Oct 5, 2013; Ann Arbor, MI, USA; Michigan Wolverines defensive tackle Quinton Washington (76) celebrates a defensive stop in the second quarter against the Minnesota Golden Gophers at Michigan Stadium. Mandatory Credit: Rick Osentoski-USA TODAY Sports

Michigan Football: Michigan at MSU -- Preview -- What May Happen

GBMWolverine What May HappenPosted at 5:00am — 11/2/2013

Michigan Football: Michigan at MSU — Preview — What May Happen

Michigan at Michigan State Preview

Green Fog and Smart Brains

The green fog creeps in Lansing East
To target Wolverine heads
In reality it may be a problem least
But Sparty hopes this leads to needing meds
Fog itself does not a team beat
But fear and fog can indeed wed
Michigan needs to win this feat
And put the green fog to bed

Well now, the author wishes Sandburg were with us to comment on the quality of the knockoff of the famous fog. Verdict here is good in form and better in meaning.

Michigan State has enjoyed an advantage this week, green fog. Now the Spartans did not apply cognitive skill and planning to create such an effect. Michigan and sports writers accomplished that without Spartan effort.

We must be tough has been the mantra. We must play better, and we must play differently. Well maybe so, but while tough, physical play may be a program goal, and an underlying assumption of need regarding playing Michigan State; it is not a guarantee of a win.

So, while this game is an opportunity to shed the soft image rightly or wrongly attached to Michigan’s chances Saturday at East Lansing, the game is not just about toughness. As such Michigan must be careful to not shed its own image and fall into the clutches of the mental green fog. The mental battle in the press has gone Sparty’s way, more than likely the Wolverine coaching staff has at least tried to defog the Wolverine’s head and fill it with Michigan matter for two weeks.

The raw truth is that Michigan is playing a very physical defense and an offensive line that has as its ultimate goal to play physical. To win such games, teams must match the physical play, or else execute schemes that defeat the Spartan purpose.

Oct 19, 2013; Ann Arbor, MI, USA; Michigan Wolverines quarterback Devin Gardner (98) passes the ball in the second quarter against the Indiana Hoosiers at Michigan Stadium. Mandatory Credit: Rick Osentoski-USA TODAY Sports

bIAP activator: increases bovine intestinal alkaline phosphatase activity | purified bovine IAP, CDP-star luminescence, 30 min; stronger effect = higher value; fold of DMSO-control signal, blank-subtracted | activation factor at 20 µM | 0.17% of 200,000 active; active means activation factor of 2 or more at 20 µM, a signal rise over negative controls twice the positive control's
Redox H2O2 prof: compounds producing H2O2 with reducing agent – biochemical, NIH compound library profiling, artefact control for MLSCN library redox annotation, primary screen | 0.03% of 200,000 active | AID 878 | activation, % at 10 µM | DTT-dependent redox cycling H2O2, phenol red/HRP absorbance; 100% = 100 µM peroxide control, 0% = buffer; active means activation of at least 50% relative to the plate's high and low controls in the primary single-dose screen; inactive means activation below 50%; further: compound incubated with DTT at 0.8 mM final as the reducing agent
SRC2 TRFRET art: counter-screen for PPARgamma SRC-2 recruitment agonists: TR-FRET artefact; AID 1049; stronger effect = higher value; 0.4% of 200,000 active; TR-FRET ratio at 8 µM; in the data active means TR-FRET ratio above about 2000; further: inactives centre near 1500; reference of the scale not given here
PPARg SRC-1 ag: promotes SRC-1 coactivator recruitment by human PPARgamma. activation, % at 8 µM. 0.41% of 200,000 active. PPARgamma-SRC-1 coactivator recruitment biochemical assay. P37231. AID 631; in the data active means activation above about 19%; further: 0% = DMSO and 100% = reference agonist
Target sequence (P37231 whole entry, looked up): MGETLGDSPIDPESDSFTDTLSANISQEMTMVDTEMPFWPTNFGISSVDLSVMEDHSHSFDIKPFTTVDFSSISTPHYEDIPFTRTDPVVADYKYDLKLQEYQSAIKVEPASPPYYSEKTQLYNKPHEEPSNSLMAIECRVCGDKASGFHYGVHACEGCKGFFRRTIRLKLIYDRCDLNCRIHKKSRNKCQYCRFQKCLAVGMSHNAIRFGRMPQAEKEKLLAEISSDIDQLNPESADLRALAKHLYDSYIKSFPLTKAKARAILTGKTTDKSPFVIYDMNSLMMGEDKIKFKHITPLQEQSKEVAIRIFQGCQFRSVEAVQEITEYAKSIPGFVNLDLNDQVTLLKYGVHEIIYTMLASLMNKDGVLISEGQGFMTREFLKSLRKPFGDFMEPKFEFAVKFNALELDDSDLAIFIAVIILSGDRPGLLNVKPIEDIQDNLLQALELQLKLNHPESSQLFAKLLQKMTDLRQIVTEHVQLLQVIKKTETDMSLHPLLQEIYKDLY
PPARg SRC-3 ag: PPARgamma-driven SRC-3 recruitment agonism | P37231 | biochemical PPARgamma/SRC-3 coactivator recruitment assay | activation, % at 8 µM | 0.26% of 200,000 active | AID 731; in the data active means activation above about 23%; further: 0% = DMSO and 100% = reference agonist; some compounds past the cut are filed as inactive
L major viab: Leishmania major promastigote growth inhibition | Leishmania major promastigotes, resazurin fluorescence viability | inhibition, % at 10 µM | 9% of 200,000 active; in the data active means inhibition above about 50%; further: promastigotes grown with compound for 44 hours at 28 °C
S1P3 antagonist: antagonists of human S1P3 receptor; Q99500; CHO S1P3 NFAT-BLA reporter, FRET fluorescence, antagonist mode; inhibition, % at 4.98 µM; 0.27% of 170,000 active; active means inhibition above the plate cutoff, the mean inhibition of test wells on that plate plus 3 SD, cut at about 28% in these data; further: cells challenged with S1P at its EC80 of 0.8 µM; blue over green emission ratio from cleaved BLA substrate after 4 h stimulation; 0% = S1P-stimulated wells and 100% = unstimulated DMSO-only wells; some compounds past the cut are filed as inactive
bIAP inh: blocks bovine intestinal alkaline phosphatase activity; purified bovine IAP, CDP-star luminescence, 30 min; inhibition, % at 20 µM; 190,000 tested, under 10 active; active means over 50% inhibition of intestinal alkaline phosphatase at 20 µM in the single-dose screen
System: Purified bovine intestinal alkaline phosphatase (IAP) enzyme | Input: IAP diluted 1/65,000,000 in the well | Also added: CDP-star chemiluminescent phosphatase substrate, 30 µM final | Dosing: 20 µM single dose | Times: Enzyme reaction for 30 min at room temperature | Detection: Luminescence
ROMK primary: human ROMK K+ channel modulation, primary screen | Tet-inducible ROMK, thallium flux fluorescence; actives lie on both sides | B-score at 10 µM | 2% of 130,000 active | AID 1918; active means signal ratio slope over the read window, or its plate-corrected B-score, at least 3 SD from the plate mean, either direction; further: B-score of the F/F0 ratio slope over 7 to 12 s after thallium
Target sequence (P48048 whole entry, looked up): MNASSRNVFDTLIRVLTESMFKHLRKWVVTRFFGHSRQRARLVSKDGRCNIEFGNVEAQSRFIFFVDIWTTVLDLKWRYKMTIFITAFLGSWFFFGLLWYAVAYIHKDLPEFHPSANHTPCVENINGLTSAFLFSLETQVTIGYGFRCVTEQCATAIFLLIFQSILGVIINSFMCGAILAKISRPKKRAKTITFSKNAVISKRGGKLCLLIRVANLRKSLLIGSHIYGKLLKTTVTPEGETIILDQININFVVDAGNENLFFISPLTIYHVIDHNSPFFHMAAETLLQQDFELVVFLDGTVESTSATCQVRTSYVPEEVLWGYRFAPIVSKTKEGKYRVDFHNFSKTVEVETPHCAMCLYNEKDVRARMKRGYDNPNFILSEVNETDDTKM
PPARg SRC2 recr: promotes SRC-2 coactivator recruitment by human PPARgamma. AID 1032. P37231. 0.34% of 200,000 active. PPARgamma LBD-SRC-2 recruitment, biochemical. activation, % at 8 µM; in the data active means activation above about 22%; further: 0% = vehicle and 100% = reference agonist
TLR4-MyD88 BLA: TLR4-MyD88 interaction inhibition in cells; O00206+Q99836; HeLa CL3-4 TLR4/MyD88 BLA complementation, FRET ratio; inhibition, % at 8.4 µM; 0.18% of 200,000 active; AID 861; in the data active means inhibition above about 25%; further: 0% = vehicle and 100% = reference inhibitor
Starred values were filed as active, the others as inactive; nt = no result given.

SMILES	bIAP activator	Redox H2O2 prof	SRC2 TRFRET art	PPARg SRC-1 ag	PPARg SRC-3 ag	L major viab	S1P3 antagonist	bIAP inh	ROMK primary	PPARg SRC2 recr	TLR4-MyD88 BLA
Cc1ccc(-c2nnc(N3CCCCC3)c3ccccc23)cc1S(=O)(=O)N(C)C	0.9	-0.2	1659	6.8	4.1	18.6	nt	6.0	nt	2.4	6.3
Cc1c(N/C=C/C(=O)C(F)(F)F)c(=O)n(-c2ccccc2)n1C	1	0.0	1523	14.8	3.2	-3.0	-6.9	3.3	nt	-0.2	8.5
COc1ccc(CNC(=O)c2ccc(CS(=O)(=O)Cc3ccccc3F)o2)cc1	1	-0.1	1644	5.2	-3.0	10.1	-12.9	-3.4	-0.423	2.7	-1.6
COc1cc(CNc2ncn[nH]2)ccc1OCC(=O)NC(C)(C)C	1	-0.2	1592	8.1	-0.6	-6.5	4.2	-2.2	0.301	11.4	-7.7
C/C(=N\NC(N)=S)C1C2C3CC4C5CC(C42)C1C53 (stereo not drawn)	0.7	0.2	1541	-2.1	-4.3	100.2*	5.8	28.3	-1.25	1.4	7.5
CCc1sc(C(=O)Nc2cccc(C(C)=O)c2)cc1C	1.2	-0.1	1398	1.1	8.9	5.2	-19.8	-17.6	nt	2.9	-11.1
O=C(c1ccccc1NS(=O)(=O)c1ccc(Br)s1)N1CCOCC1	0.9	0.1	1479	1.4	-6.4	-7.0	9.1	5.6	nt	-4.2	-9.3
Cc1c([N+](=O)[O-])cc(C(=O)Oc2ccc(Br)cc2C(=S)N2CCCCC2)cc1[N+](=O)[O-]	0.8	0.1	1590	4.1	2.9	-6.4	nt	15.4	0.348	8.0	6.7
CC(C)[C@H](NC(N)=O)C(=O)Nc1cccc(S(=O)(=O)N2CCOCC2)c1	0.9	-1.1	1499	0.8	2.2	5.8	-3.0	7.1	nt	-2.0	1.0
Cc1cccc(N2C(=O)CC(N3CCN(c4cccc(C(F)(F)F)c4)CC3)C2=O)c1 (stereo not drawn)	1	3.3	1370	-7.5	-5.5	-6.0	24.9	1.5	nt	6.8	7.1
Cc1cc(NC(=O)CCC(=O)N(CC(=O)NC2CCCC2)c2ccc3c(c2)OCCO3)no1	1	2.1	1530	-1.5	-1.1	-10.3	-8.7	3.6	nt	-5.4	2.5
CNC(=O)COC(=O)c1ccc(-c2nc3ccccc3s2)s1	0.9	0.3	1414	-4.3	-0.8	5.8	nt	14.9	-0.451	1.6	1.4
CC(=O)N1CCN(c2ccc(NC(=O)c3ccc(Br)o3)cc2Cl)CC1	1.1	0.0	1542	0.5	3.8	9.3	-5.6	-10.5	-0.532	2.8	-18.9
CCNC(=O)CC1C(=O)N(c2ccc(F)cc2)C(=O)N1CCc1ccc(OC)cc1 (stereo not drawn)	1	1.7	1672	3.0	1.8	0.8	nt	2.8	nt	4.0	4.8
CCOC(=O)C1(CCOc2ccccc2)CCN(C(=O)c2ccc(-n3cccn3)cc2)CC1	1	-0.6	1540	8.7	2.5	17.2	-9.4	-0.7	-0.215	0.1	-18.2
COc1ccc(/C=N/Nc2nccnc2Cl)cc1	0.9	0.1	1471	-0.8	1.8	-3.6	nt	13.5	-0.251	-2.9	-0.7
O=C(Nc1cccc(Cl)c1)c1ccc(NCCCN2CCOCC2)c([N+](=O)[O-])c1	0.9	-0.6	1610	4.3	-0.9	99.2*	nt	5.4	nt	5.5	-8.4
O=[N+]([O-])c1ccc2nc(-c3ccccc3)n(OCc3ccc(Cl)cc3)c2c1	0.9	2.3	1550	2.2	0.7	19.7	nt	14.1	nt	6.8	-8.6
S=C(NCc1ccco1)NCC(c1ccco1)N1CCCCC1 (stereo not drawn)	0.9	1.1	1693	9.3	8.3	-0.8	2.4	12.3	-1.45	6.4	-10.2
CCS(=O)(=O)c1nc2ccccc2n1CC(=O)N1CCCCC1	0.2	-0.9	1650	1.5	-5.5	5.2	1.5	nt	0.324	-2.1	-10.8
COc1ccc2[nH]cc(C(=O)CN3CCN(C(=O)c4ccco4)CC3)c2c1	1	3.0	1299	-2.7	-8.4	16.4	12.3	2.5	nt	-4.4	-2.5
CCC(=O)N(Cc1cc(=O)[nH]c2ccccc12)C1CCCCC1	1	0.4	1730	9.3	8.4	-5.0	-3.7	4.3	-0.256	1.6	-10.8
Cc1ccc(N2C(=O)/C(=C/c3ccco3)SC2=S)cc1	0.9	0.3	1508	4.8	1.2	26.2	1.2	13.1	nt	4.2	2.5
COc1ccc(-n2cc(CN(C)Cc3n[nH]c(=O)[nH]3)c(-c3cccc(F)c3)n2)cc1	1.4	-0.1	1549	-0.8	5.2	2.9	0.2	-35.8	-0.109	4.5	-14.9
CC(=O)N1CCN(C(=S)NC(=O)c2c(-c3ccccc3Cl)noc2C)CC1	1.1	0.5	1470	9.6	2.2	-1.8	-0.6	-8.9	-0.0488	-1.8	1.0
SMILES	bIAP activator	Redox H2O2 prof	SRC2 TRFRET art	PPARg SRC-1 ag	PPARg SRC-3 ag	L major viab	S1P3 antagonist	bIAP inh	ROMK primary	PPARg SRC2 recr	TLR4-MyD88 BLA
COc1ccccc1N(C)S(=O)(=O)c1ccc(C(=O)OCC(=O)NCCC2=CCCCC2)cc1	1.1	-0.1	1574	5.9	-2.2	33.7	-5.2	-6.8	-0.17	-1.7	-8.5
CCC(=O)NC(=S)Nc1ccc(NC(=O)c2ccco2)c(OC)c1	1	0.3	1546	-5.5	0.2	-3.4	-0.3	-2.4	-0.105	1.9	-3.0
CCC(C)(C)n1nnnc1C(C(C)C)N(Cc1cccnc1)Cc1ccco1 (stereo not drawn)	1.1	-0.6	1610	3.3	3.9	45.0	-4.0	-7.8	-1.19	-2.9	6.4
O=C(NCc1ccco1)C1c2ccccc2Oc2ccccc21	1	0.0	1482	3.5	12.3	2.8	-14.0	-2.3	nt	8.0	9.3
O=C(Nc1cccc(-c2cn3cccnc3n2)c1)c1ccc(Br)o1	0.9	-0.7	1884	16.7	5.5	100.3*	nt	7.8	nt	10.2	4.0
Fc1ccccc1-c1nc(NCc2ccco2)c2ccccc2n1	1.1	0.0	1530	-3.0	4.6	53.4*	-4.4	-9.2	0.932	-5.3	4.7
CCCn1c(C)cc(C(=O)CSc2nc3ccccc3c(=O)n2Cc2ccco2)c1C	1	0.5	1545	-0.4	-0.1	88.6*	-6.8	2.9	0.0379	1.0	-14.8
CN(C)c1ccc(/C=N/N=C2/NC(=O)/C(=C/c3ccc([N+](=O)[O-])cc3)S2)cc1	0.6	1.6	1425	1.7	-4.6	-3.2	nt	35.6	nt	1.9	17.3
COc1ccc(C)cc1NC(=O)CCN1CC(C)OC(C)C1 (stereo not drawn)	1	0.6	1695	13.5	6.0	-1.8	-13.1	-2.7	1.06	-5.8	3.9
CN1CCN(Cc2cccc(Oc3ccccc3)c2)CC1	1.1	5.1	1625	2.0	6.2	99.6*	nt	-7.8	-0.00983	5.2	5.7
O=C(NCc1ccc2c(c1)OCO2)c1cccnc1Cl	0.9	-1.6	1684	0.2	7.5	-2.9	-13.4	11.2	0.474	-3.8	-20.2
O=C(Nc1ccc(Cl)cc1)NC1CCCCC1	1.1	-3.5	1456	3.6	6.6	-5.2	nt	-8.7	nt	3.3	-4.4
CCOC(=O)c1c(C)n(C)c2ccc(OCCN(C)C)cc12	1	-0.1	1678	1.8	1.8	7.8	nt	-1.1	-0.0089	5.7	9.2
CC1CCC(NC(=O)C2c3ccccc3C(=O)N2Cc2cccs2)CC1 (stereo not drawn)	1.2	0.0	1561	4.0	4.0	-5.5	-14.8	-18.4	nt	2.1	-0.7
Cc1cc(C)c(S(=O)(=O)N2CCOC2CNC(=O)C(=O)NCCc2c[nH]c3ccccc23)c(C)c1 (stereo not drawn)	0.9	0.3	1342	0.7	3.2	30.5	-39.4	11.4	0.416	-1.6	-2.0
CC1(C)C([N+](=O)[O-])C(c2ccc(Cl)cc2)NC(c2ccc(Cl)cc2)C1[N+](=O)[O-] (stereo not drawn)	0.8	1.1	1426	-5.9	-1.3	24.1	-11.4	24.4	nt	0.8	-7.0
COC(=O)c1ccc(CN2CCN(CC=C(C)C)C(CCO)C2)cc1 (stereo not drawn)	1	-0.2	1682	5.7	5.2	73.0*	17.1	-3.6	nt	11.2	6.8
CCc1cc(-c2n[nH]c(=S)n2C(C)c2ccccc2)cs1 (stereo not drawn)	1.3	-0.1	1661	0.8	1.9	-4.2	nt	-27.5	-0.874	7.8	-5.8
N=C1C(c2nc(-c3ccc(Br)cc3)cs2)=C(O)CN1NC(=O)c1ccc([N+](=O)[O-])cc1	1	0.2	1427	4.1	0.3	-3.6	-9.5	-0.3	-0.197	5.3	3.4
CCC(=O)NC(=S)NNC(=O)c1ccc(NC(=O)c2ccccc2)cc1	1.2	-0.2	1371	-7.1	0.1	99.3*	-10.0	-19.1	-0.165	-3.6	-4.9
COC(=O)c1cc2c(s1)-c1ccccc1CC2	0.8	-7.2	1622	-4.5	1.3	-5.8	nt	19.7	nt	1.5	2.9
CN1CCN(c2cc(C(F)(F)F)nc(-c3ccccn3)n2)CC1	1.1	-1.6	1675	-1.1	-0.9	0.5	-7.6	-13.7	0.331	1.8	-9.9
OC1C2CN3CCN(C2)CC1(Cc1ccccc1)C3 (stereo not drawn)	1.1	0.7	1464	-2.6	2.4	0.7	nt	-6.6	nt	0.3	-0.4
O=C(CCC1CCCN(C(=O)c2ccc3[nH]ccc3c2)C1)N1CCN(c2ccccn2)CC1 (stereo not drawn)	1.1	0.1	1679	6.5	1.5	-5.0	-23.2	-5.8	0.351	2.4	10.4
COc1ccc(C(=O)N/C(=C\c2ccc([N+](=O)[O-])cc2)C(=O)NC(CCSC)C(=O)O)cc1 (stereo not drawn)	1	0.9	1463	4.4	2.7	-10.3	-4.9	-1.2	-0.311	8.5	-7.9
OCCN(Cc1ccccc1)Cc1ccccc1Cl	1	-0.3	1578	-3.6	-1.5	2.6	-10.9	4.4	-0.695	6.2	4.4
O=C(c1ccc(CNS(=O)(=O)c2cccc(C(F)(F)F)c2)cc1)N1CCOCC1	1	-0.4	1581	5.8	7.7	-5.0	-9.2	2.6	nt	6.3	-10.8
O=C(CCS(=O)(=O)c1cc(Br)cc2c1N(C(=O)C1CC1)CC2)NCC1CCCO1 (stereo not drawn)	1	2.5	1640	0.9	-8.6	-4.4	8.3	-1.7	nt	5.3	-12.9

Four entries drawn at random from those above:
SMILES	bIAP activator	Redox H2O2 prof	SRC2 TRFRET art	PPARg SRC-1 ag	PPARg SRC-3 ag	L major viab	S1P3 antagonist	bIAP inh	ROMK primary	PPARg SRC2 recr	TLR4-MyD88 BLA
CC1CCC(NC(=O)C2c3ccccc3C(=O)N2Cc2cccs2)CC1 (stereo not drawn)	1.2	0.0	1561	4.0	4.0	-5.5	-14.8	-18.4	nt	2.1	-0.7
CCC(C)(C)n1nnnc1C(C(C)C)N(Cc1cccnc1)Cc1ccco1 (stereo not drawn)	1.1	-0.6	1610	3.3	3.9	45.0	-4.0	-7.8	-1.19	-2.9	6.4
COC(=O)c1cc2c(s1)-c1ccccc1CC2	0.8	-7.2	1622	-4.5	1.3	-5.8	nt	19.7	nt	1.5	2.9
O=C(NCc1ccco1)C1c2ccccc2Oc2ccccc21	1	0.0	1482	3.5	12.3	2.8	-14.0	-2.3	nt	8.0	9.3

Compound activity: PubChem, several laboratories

When a game of this nature occurs, going back to the past helps. Time of possession counts because the winner may end up pounding the other team’s defense. Big plays count, as there may be few opportunities. Minimizing turnovers should count, because the point total will not be reminiscent of a pinball game. Field position will count, because both teams will probably struggle trying to go 90 yards if pinned by a good punt (both teams have good positional punters). Paying attention will count, as MSU’s staff leaves no stone unturned and will have two or three surprises that Michigan better be prepared for unlike last year’s long punter’s run on fourth down.

Besides the surprises, Michigan State will do what it normally does, run, smack, and rely on defense and field position. Option two is the play action game, and the final Sparty option is throwing to catch up, the least desirable of the Lansing strategies.

Michigan’s defense will not be a mystery, excepting perhaps how Coach Mattison chooses to use the safeties. It is imperative to not let Michigan State break screens, slants, and hitches into long games, the back seven needs to end the play immediately.

Oct 19, 2013; Ann Arbor, MI, USA; Michigan Wolverines head coach Brady Hoke yells on the sideline in the fourth quarter against the Indiana Hoosiers at Michigan Stadium. Michigan won 63-47. Mandatory Credit: Rick Osentoski-USA TODAY Sports

The wild cards in this game are (1) the play of the quarterbacks; (2) the Michigan offensive strategy; (3) if Michigan’s young interior line can remotely protect Devin Gardner, and (4) keeping poise in tough situations.

What happens primarily depends on how well Michigan plays. While simplistic, this statement is a good place to start.

Many people are putting a monster emphasis on this game. Coach Hoke has generated this to a large extent with the constant verbal description of the need and desire to play smash-mouth football. Some view this game as a do or die game. The view here is that it is a game that can serve as a barometer only to a fixed extent. The real meaning is that the winner gets a monster leg up on winning the Legend’s division. That is what lingers big at the end of the fog.

But there is a need to understand that the fog must not become a distraction. Win or lose, elation or disappointment, the program will go on, and hopefully forward.

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Written by GBMWolverine Staff — Doc4Blu

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